Tag Archives: MIT News

MIT scientists discovered an amazing amount of diversity among a population of marine microbes living in a few drops of water. Each subpopulation of the marine microbe Prochlorococcus is characterized by a shared genomic "backbone." The figurative backbones are depicted in this artist's rendering.

Ocean microbes display remarkable genetic diversity

The smallest, most abundant marine microbe, Prochlorococcus, is a photosynthetic bacteria species essential to the marine ecosystem. An estimated billion billion billion of the single-cell creatures live in the oceans, forming the base of the marine food chain and occupying a range of ecological niches based on temperature, light and chemical preferences, and interactions with other species. But the full extent and characteristics of diversity within this single species remains a puzzle. Continue reading

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For the Good of the Colony

For some microbes, the motto for growth is not so much “every cell for itself,” but rather, “all for one and one for all.”

MIT researchers have found that cells in a bacterial colony grow in a way that benefits the community as a whole. That is, while an individual cell may divide in the presence of plentiful resources to benefit itself, when a cell is a member of a larger colony, it may choose instead to grow in a more cooperative fashion, increasing an entire colony’s chance of survival.

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Winners and losers in a warming ocean

by Alli Gold Roberts (MIT Joint Program on the Science and Policy of Global Change)
Read this story at MIT News

Phytoplankton — small plant-like organisms that serve as the base of the marine ecosystem — play a crucial role in maintaining the health of our oceans by consuming carbon dioxide and fueling the food web. But with a changing climate, which of these vital organisms will survive, and what impact will their demise have on fish higher up the chain?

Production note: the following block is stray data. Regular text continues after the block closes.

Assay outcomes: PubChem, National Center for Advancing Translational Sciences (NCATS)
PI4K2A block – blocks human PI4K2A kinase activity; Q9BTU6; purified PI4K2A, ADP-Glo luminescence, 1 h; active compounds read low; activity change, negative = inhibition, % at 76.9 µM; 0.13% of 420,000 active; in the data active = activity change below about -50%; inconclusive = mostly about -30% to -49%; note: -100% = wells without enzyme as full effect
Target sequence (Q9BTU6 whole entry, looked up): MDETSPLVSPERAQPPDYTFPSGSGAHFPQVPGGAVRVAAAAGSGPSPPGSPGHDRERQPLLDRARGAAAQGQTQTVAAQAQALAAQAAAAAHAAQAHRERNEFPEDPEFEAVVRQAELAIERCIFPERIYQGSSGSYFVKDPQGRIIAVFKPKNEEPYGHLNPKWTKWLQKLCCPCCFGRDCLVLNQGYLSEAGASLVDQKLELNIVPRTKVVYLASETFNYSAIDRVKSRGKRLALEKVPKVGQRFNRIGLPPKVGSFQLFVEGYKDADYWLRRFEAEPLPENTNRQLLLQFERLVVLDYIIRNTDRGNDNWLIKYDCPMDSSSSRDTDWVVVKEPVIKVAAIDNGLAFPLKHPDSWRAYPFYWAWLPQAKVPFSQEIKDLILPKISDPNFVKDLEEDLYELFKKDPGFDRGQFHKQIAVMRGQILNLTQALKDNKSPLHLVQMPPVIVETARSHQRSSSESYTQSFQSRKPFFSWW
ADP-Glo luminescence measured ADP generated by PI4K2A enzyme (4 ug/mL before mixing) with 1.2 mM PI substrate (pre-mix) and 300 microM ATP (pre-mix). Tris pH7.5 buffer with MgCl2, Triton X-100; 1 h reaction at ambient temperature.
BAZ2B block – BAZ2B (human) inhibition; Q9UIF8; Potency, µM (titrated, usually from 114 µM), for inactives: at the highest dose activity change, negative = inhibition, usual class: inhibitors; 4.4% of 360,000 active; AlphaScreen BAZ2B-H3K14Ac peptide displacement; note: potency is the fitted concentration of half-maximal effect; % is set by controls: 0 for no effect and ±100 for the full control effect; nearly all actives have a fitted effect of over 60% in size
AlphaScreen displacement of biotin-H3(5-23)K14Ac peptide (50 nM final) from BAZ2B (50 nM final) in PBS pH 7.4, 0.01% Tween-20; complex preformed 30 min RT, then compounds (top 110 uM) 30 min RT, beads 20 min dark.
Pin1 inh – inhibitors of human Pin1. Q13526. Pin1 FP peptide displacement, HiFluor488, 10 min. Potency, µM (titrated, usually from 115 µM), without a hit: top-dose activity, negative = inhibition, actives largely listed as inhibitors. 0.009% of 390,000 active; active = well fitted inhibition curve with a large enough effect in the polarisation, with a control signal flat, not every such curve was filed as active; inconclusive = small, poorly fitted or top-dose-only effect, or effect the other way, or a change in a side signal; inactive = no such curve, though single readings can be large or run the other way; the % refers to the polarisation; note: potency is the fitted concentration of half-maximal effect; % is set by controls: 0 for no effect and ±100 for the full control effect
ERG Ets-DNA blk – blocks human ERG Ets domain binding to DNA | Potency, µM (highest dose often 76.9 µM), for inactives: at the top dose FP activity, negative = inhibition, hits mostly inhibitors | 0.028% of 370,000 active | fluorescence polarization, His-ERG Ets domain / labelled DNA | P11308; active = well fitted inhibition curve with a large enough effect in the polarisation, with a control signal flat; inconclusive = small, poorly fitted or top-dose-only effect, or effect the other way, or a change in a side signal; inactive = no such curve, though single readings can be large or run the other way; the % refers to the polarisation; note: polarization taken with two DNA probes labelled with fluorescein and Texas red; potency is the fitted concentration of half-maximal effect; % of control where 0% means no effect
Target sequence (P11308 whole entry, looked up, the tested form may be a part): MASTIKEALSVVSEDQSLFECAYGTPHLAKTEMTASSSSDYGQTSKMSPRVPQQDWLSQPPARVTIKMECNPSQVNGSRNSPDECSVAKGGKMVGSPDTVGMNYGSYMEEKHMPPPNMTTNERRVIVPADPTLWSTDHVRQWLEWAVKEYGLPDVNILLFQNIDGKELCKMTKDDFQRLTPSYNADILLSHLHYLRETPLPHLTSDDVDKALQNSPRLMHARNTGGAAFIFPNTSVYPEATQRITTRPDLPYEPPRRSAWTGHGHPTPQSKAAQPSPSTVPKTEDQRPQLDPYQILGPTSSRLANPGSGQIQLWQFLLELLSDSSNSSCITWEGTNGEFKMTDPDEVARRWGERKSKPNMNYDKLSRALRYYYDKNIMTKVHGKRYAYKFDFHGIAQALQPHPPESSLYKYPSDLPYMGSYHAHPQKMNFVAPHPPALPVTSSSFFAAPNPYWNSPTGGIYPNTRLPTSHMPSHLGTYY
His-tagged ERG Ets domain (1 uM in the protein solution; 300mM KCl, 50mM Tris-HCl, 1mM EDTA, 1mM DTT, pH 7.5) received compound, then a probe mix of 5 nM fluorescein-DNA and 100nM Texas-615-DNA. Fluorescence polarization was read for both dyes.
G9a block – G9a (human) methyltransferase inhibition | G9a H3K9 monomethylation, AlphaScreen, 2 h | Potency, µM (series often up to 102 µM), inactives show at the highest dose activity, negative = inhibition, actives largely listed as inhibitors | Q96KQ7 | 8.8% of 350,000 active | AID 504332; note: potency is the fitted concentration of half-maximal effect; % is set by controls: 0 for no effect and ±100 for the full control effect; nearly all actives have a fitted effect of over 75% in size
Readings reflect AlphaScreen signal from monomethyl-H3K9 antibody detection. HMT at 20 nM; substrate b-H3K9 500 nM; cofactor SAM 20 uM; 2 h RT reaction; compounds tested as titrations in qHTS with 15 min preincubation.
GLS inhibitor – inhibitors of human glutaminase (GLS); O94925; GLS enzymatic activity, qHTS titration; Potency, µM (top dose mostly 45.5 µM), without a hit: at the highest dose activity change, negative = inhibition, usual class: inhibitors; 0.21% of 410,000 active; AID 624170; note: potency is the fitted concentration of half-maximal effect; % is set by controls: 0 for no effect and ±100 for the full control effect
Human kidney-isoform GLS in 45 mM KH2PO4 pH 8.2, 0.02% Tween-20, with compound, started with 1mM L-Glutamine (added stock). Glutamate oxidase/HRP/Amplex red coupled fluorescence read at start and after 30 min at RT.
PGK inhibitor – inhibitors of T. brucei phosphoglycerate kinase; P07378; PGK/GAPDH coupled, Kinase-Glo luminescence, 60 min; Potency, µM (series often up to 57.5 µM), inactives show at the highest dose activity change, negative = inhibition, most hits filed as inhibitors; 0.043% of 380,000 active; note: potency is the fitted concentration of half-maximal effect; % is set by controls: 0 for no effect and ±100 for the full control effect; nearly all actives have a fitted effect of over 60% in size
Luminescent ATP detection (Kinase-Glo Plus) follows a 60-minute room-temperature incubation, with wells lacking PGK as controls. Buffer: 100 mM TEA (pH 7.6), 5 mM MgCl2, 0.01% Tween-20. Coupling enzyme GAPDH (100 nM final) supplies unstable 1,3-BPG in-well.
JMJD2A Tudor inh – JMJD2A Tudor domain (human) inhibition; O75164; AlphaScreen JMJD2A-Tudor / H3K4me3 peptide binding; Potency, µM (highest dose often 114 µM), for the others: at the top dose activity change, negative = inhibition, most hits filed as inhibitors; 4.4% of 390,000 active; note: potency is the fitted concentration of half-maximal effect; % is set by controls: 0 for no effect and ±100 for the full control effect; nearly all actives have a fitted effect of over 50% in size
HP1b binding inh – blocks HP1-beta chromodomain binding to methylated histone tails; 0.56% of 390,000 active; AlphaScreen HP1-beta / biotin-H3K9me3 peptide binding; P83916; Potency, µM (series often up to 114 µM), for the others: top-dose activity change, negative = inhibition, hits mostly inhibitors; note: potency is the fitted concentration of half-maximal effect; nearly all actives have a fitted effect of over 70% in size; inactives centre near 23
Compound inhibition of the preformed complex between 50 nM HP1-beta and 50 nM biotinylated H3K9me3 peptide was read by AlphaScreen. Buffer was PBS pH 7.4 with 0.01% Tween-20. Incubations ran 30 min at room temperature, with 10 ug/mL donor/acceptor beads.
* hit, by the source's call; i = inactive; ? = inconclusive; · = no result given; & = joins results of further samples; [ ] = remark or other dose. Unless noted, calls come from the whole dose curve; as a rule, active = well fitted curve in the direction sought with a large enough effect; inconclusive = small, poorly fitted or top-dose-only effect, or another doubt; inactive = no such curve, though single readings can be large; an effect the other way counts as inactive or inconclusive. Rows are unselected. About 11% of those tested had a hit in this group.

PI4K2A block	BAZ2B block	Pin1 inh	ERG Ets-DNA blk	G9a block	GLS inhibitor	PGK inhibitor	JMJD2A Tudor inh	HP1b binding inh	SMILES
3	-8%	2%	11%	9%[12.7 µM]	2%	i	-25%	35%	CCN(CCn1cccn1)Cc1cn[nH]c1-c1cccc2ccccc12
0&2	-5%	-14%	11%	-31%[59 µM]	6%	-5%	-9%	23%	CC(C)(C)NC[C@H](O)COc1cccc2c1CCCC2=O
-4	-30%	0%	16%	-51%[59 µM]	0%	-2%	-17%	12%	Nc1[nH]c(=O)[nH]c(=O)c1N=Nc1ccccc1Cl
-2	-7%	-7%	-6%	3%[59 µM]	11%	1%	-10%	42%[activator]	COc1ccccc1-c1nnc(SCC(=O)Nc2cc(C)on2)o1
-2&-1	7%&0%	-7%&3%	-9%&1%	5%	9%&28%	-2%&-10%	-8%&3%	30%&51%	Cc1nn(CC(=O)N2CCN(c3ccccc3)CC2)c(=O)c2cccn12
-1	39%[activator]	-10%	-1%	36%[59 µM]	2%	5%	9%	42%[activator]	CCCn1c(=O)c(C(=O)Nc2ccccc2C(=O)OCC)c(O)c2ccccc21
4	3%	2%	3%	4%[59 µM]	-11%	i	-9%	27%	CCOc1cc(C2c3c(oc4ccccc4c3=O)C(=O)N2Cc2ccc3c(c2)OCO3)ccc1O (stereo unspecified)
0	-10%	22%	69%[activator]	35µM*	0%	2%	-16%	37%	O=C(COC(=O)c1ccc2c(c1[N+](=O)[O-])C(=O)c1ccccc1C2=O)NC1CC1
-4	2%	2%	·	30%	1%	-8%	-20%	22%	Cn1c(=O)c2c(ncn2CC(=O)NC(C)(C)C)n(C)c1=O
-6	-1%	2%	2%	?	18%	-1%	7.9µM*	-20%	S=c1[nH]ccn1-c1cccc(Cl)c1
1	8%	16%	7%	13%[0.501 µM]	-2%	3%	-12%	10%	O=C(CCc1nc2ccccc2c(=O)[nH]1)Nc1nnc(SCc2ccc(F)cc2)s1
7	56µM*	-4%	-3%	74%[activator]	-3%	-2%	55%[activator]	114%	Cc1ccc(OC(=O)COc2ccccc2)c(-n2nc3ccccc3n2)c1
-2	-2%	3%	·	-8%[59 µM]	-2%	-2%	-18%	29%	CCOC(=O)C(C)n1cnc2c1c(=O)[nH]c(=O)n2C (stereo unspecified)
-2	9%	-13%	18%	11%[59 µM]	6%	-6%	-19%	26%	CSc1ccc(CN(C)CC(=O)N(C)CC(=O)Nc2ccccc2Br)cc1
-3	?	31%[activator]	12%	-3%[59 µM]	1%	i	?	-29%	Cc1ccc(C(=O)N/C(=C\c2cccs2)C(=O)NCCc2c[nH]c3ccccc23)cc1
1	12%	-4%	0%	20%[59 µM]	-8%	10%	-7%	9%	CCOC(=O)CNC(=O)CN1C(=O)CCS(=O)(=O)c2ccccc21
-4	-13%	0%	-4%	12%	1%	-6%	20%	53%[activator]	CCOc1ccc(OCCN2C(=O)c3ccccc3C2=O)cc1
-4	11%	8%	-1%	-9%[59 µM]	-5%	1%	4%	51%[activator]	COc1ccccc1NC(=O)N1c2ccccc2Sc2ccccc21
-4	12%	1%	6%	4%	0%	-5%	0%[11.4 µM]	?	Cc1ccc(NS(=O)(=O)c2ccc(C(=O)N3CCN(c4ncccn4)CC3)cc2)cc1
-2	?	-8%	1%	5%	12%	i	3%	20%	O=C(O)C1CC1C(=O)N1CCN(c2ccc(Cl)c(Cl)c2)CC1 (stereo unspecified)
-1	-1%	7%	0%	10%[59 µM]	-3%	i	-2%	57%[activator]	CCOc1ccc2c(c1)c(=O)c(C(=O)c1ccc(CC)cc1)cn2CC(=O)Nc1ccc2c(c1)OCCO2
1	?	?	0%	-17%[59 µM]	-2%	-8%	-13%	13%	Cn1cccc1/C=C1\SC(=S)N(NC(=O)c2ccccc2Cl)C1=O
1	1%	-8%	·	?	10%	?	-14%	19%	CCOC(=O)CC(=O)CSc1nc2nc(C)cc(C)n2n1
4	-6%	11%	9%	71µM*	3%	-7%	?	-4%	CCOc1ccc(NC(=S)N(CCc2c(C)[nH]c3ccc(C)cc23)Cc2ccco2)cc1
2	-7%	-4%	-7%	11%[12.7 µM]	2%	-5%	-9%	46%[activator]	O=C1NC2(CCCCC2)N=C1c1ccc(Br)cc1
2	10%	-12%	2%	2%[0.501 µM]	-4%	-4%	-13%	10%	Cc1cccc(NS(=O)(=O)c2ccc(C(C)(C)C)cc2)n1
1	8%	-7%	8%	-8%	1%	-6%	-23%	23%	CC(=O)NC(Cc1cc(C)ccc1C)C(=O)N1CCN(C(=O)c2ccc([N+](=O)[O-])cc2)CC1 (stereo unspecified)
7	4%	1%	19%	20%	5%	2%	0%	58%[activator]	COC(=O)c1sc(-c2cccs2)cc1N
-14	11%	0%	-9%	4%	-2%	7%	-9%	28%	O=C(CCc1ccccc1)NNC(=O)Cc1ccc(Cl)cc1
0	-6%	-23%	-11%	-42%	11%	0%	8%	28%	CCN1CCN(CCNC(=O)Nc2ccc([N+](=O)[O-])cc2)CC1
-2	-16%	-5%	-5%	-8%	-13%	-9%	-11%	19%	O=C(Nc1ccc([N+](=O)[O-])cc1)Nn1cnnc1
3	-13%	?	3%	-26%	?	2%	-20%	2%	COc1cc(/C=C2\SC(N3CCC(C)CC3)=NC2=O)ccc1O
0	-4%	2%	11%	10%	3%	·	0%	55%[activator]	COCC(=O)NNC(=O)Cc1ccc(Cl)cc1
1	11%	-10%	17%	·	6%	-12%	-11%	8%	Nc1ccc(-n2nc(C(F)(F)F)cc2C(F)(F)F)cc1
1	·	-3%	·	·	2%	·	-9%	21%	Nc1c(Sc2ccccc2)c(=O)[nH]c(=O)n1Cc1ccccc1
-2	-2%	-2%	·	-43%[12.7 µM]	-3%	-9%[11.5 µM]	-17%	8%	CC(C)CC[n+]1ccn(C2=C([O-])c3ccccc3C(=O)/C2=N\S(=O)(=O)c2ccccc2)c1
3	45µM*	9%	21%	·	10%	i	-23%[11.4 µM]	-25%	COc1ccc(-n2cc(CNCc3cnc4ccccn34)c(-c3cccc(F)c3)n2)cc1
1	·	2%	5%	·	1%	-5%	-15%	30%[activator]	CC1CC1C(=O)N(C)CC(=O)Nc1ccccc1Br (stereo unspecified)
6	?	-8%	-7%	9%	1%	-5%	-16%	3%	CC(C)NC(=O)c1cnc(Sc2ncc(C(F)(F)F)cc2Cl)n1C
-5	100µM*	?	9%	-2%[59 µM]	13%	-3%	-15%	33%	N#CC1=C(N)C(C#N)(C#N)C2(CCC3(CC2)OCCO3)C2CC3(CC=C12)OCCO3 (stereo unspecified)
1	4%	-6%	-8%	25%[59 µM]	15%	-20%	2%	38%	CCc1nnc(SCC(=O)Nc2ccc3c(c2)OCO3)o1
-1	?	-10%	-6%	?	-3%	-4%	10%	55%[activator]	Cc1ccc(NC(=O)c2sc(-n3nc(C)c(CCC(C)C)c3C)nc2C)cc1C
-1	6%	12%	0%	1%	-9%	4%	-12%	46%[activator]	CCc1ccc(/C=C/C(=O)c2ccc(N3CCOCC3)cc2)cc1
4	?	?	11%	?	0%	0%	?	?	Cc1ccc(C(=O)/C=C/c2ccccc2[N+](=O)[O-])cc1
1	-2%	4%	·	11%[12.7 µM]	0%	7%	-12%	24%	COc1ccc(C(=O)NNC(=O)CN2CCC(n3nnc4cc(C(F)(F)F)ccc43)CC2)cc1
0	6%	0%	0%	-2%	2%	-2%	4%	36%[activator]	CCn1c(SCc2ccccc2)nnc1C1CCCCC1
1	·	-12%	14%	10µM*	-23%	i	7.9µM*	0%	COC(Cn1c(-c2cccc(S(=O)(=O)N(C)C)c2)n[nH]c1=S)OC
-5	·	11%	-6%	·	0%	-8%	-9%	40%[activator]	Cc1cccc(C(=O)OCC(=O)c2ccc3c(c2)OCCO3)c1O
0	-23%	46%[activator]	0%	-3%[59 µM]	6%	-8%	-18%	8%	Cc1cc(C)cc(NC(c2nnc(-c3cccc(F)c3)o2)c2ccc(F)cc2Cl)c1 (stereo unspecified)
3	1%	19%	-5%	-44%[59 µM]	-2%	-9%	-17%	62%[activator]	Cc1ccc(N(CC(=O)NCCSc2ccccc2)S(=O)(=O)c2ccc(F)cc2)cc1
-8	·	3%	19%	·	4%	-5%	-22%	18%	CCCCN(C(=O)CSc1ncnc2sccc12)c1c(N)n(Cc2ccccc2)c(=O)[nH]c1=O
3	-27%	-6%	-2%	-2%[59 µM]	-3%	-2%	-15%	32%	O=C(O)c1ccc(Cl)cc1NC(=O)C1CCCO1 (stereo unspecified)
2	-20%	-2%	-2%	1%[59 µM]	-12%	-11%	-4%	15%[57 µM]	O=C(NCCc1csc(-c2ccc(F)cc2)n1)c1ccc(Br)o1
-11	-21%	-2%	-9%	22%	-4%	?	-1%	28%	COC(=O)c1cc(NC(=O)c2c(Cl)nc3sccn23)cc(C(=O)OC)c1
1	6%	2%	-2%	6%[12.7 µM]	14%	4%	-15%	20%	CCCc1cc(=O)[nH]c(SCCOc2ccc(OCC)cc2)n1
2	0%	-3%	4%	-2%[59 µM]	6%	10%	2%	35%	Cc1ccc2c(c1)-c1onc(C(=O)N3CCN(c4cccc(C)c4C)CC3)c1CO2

Stephanie Dutkiewicz, a researcher with the MIT Joint Program on the Science and Policy of Global Change, and her colleagues developed a model that investigates the potential effects of climate change on phytoplankton.

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Ecological balancing act

“Phytoplankton diversity depends on balance between competition and the ocean’s physical dynamics, new research suggests”

By Morgan Bettex, MIT News Office

Read this story at MIT News

Phytoplankton are single-celled organisms that serve as the base of the marine food web and provide half the oxygen we breathe on Earth. They also play a key role in global climate change by removing carbon from the atmosphere and injecting it deep into the oceans.

Scientists study phytoplankton to understand how the tiny plants help transport elements like carbon through the environment. Although they understand much of what phytoplankton do, less is understood about why particular plankton live in particular environments and what maintains the diversity of phytoplankton.

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